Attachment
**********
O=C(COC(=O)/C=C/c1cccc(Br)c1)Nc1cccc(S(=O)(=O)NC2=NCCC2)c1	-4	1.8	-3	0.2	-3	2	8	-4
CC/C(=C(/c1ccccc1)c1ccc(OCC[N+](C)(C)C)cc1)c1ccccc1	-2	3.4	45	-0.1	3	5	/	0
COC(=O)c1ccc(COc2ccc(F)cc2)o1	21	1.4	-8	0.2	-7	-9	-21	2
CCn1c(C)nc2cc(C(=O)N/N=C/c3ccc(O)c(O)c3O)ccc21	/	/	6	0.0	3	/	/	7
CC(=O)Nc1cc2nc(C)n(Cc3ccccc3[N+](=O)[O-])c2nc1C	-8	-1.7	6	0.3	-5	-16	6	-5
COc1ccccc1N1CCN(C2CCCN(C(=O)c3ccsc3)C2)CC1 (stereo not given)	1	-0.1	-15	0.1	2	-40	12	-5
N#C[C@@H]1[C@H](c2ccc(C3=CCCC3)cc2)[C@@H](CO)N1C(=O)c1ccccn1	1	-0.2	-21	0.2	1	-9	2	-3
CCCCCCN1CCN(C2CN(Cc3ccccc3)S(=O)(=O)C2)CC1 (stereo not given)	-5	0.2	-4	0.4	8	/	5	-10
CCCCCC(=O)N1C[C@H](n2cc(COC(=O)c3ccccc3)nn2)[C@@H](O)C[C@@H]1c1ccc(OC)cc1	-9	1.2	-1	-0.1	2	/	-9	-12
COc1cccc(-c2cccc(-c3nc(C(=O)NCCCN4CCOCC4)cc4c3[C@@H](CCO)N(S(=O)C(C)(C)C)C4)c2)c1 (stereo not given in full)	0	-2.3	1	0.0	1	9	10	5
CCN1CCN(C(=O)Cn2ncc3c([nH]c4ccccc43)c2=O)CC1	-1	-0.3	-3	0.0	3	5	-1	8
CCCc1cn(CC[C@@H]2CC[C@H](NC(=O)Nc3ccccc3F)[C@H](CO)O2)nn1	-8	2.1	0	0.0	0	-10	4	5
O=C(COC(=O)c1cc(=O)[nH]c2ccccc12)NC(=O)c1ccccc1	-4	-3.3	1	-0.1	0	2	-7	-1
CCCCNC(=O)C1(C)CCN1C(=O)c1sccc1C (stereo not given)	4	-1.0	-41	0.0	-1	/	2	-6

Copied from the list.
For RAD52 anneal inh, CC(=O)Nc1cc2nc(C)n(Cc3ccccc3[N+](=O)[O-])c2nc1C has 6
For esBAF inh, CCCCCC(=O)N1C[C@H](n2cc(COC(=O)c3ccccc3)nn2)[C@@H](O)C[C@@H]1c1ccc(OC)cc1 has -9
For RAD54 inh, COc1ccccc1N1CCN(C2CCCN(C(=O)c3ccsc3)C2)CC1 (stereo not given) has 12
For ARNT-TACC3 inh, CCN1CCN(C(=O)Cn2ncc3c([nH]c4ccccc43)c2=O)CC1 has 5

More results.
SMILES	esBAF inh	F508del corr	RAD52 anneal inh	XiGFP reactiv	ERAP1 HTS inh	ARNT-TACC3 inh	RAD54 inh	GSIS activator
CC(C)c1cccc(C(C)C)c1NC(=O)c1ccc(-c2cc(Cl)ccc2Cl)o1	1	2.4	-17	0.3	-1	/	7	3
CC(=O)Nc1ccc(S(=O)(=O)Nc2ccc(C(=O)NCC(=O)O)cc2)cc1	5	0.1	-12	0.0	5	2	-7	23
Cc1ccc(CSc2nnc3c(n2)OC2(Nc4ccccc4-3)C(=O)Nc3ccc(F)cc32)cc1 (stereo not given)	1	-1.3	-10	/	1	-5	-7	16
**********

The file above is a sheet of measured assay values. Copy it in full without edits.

O=C(COC(=O)/C=C/c1cccc(Br)c1)Nc1cccc(S(=O)(=O)NC2=NCCC2)c1	-4	1.8	-3	0.2	-3	2	8	-4
CC/C(=C(/c1ccccc1)c1ccc(OCC[N+](C)(C)C)cc1)c1ccccc1	-2	3.4	45	-0.1	3	5	/	0
COC(=O)c1ccc(COc2ccc(F)cc2)o1	21	1.4	-8	0.2	-7	-9	-21	2
CCn1c(C)nc2cc(C(=O)N/N=C/c3ccc(O)c(O)c3O)ccc21	/	/	6	0.0	3	/	/	7
CC(=O)Nc1cc2nc(C)n(Cc3ccccc3[N+](=O)[O-])c2nc1C	-8	-1.7	6	0.3	-5	-16	6	-5
COc1ccccc1N1CCN(C2CCCN(C(=O)c3ccsc3)C2)CC1 (stereo not given)	1	-0.1	-15	0.1	2	-40	12	-5
N#C[C@@H]1[C@H](c2ccc(C3=CCCC3)cc2)[C@@H](CO)N1C(=O)c1ccccn1	1	-0.2	-21	0.2	1	-9	2	-3
CCCCCCN1CCN(C2CN(Cc3ccccc3)S(=O)(=O)C2)CC1 (stereo not given)	-5	0.2	-4	0.4	8	/	5	-10
CCCCCC(=O)N1C[C@H](n2cc(COC(=O)c3ccccc3)nn2)[C@@H](O)C[C@@H]1c1ccc(OC)cc1	-9	1.2	-1	-0.1	2	/	-9	-12
COc1cccc(-c2cccc(-c3nc(C(=O)NCCCN4CCOCC4)cc4c3[C@@H](CCO)N(S(=O)C(C)(C)C)C4)c2)c1 (stereo not given in full)	0	-2.3	1	0.0	1	9	10	5
CCN1CCN(C(=O)Cn2ncc3c([nH]c4ccccc43)c2=O)CC1	-1	-0.3	-3	0.0	3	5	-1	8
CCCc1cn(CC[C@@H]2CC[C@H](NC(=O)Nc3ccccc3F)[C@H](CO)O2)nn1	-8	2.1	0	0.0	0	-10	4	5
O=C(COC(=O)c1cc(=O)[nH]c2ccccc12)NC(=O)c1ccccc1	-4	-3.3	1	-0.1	0	2	-7	-1
CCCCNC(=O)C1(C)CCN1C(=O)c1sccc1C (stereo not given)	4	-1.0	-41	0.0	-1	/	2	-6

Copied from the list.
For RAD52 anneal inh, CC(=O)Nc1cc2nc(C)n(Cc3ccccc3[N+](=O)[O-])c2nc1C has 6
For esBAF inh, CCCCCC(=O)N1C[C@H](n2cc(COC(=O)c3ccccc3)nn2)[C@@H](O)C[C@@H]1c1ccc(OC)cc1 has -9
For RAD54 inh, COc1ccccc1N1CCN(C2CCCN(C(=O)c3ccsc3)C2)CC1 (stereo not given) has 12
For ARNT-TACC3 inh, CCN1CCN(C(=O)Cn2ncc3c([nH]c4ccccc43)c2=O)CC1 has 5

More results.
SMILES	esBAF inh	F508del corr	RAD52 anneal inh	XiGFP reactiv	ERAP1 HTS inh	ARNT-TACC3 inh	RAD54 inh	GSIS activator
CC(C)c1cccc(C(C)C)c1NC(=O)c1ccc(-c2cc(Cl)ccc2Cl)o1	1	2.4	-17	0.3	-1	/	7	3
CC(=O)Nc1ccc(S(=O)(=O)Nc2ccc(C(=O)NCC(=O)O)cc2)cc1	5	0.1	-12	0.0	5	2	-7	23
Cc1ccc(CSc2nnc3c(n2)OC2(Nc4ccccc4-3)C(=O)Nc3ccc(F)cc32)cc1 (stereo not given)	1	-1.3	-10	/	1	-5	-7	16